The Vatican found itself refuting the notion that the pope had relinquished the moral authority that imbued his office with influence.

But as soon as the pope left Myanmar, where the Vatican hinted that he had raised the issue with the military commander, Senior General Min Aung Hlaing, and the country’s de facto leader, tarnished Nobel Peace Prize laureate Aung San Suu Kyi, he was more willing to broach the issue.

On Thursday night, at an event with Bangladesh’s president, he crept up to the word Rohingya, talking about Rakhine state, where massacres, systematic rape, and burning of villages have occurred.

But through much of Friday, he focused on his own small church in Bangladesh, with Roman Catholics numbering less than 400,000 in a densely populated, majority Muslim country of 160 million. In the morning, he celebrated Mass, during which he ordained new priests and then met with church leaders, complimenting them on their attention to the poor.


“Especially in light of the present refugee crisis, we see how much more needs to be done,” he said.

Remarkably, for a pope who has consistently elevated and championed the human suffering of refugees, some supporters of Francis also thought that he could have done more during his trip.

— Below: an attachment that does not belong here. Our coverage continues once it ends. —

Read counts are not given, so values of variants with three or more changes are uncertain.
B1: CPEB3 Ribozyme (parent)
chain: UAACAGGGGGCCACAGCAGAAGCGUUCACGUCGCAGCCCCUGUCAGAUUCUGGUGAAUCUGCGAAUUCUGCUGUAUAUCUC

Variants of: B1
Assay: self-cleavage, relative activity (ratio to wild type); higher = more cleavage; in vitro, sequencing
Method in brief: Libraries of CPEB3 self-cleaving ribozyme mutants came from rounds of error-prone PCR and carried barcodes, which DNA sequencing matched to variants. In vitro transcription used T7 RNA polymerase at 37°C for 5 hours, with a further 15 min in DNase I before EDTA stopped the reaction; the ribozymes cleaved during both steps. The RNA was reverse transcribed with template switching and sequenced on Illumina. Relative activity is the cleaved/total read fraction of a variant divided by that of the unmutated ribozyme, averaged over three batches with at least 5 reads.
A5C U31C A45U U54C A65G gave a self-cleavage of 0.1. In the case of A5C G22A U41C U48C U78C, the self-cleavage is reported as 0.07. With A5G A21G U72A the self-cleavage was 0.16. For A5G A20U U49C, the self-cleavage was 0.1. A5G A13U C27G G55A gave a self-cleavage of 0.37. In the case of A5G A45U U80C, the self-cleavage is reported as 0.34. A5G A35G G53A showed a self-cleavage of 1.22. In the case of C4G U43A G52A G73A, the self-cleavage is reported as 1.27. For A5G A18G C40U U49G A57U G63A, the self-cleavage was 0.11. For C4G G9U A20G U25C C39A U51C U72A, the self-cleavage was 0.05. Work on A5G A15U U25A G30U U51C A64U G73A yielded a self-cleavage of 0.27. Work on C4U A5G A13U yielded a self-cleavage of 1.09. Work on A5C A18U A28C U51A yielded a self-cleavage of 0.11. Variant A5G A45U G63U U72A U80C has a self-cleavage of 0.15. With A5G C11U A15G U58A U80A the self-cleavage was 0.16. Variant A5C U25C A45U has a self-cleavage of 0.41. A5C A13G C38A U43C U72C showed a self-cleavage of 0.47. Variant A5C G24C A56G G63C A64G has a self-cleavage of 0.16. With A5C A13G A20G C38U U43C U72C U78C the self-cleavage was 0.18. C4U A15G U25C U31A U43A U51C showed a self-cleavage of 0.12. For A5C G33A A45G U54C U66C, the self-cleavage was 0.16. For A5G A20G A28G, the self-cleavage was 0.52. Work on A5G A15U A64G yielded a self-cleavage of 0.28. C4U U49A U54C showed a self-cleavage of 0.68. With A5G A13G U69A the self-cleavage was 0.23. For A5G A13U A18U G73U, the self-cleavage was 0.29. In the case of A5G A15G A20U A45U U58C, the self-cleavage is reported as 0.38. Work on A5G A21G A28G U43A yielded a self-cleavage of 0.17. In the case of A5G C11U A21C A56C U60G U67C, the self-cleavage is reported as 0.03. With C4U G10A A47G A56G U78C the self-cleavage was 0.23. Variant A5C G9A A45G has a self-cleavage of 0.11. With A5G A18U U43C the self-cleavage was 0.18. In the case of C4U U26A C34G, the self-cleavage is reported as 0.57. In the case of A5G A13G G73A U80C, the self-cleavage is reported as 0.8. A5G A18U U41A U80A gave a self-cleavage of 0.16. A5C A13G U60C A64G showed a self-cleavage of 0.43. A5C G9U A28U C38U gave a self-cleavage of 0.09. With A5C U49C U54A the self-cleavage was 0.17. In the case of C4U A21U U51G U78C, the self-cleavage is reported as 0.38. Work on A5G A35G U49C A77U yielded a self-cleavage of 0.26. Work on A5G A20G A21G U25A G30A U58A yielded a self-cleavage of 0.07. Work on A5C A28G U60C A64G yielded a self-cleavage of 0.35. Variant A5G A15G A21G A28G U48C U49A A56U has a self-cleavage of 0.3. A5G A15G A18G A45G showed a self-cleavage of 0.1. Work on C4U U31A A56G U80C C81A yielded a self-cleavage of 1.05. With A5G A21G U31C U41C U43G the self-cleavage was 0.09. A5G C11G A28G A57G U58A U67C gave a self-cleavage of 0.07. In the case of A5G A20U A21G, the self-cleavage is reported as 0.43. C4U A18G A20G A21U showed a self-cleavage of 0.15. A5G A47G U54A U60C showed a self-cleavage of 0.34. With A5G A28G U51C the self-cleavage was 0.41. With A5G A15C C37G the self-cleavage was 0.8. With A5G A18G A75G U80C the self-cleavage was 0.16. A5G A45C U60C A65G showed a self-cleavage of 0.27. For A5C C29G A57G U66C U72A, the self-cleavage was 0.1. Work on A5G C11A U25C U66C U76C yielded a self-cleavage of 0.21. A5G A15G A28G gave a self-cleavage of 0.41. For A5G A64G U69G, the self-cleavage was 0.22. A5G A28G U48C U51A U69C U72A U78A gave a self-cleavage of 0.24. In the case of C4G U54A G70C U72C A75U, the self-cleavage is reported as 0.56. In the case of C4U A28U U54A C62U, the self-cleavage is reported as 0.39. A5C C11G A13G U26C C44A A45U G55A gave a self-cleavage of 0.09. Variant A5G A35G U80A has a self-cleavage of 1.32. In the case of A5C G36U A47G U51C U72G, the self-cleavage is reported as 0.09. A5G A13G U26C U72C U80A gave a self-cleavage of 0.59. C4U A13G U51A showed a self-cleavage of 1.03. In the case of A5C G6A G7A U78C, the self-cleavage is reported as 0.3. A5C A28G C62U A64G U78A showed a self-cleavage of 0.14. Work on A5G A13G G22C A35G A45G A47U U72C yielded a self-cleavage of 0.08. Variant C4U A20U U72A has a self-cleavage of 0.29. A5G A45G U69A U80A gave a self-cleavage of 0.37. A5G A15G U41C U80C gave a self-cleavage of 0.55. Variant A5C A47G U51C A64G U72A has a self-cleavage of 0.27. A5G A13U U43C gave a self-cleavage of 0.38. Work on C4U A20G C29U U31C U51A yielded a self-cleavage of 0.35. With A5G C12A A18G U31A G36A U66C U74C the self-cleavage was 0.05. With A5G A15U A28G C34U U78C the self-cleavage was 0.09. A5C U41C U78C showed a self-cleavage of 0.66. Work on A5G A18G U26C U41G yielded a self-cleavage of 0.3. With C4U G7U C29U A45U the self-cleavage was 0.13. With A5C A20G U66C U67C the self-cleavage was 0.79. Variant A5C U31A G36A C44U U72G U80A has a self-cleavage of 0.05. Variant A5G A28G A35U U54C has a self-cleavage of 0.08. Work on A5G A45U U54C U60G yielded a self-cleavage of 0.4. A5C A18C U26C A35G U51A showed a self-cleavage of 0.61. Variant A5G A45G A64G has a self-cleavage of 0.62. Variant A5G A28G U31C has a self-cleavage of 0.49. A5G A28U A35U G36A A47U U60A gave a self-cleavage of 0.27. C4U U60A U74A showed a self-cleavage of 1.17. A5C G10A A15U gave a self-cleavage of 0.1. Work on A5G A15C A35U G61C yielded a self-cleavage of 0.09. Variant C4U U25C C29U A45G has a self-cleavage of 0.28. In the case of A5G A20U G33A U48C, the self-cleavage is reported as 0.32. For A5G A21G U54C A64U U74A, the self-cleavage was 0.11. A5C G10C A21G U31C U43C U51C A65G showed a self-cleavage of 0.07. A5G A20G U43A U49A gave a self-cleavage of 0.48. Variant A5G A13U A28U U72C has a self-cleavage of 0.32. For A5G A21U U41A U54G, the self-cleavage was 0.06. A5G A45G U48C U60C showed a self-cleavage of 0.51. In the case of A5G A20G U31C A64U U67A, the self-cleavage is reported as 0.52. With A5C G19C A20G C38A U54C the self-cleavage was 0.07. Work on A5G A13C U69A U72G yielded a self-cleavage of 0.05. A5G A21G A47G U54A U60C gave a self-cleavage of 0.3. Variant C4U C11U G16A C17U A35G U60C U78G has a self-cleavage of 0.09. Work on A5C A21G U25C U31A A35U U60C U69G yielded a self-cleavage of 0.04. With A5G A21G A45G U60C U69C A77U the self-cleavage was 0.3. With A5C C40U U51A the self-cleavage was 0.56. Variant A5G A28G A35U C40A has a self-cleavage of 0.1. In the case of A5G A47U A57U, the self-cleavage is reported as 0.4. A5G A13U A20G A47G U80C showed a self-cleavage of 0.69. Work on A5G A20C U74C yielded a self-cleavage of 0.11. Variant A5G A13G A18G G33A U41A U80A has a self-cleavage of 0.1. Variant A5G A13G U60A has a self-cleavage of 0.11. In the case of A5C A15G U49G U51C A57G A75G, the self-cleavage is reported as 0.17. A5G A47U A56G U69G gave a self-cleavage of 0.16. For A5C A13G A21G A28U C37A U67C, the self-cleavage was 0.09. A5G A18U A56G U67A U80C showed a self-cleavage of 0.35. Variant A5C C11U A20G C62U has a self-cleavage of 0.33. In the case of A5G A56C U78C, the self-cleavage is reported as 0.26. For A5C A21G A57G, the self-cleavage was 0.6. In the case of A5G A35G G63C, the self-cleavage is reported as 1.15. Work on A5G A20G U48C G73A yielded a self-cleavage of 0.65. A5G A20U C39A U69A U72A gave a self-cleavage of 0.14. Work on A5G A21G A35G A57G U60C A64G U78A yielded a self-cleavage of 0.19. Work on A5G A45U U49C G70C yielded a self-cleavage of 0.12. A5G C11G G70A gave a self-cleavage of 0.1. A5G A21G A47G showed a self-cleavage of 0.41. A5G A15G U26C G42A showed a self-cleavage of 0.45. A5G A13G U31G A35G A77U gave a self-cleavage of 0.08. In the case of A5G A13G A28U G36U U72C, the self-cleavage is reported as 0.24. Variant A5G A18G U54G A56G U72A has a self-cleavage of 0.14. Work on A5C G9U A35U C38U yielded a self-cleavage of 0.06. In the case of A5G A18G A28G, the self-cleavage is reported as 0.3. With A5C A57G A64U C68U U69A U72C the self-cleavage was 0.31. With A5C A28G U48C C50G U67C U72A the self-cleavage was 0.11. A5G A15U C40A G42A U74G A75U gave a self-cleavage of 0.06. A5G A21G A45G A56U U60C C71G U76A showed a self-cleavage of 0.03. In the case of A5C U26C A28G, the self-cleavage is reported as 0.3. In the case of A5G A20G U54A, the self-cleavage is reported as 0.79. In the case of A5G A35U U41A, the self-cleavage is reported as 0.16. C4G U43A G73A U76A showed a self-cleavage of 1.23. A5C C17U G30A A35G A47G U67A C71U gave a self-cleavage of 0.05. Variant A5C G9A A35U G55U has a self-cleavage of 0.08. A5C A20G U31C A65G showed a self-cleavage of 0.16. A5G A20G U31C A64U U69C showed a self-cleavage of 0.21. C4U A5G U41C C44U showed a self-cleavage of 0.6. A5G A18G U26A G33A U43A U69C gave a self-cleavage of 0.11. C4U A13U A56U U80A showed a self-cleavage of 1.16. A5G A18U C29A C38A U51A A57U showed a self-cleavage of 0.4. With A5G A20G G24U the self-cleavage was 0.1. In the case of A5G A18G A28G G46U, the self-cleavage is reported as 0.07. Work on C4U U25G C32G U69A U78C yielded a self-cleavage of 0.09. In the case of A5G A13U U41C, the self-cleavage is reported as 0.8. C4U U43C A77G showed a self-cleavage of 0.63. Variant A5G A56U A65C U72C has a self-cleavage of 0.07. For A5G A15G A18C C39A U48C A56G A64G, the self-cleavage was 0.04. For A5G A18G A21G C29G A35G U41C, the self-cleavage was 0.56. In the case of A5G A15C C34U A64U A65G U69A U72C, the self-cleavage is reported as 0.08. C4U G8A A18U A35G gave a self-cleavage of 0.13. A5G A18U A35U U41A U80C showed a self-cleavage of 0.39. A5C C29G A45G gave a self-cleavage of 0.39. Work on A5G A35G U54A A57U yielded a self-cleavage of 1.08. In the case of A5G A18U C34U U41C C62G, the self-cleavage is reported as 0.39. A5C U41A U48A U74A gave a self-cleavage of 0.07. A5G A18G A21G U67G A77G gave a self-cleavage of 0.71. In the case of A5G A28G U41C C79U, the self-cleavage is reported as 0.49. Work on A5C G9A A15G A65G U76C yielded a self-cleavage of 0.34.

Others understood the diplomatic minefield he had perhaps foolishly wandered into. They contented themselves with his mere presence, hoping that would be enough to draw attention to the issue.

“He had to be balanced over in Myanmar,” said Rafiqul Islam, a Muslim auto dealer in the audience who participated in charity missions to bring blankets and clothing to the Rohingya in Cox’s Bazar. “But here he can call all the world to please, help this problem. They are butchering us.”

Before the interfaith event began, the Rohingya took their seats on green plastic chairs to the side of a stage and at the foot of a riser where the news media assembled. Reporters clamored, cameras clicked, and video was taken as a little girl ate a clementine on her mother’s lap. An older girl — who said she had lost her parents, two brothers, and two uncles in the violence — sat next to them.

Abdul Fyez, 35, stared ahead with sunken eyes, “We have been Rohingya for generations, my father and my grandfather,” he said, adding that the Myanmar military had killed his brother.


Mohammed Ayub, 32, said the Myanmar military killed his 3-year-old son when they attacked his village in August. “The pope should say Rohingya. He is the leader of the world,” Ayub said.

Throughout the trip, Francis had been making subtle asides, alluding to principles of democracy, equity, and tolerance.

For Francis, it seemed, the Rohingya were the endangered whose name he dared not speak. But on Friday night, toward the close of his trip, that all changed when he brought them onto center stage.

“Many of you have told me of the big heart of Bangladesh that welcomed you,” the pope said as they stood around him. “And now I appeal to your big hearts to be capable of granting us the forgiveness that we ask.”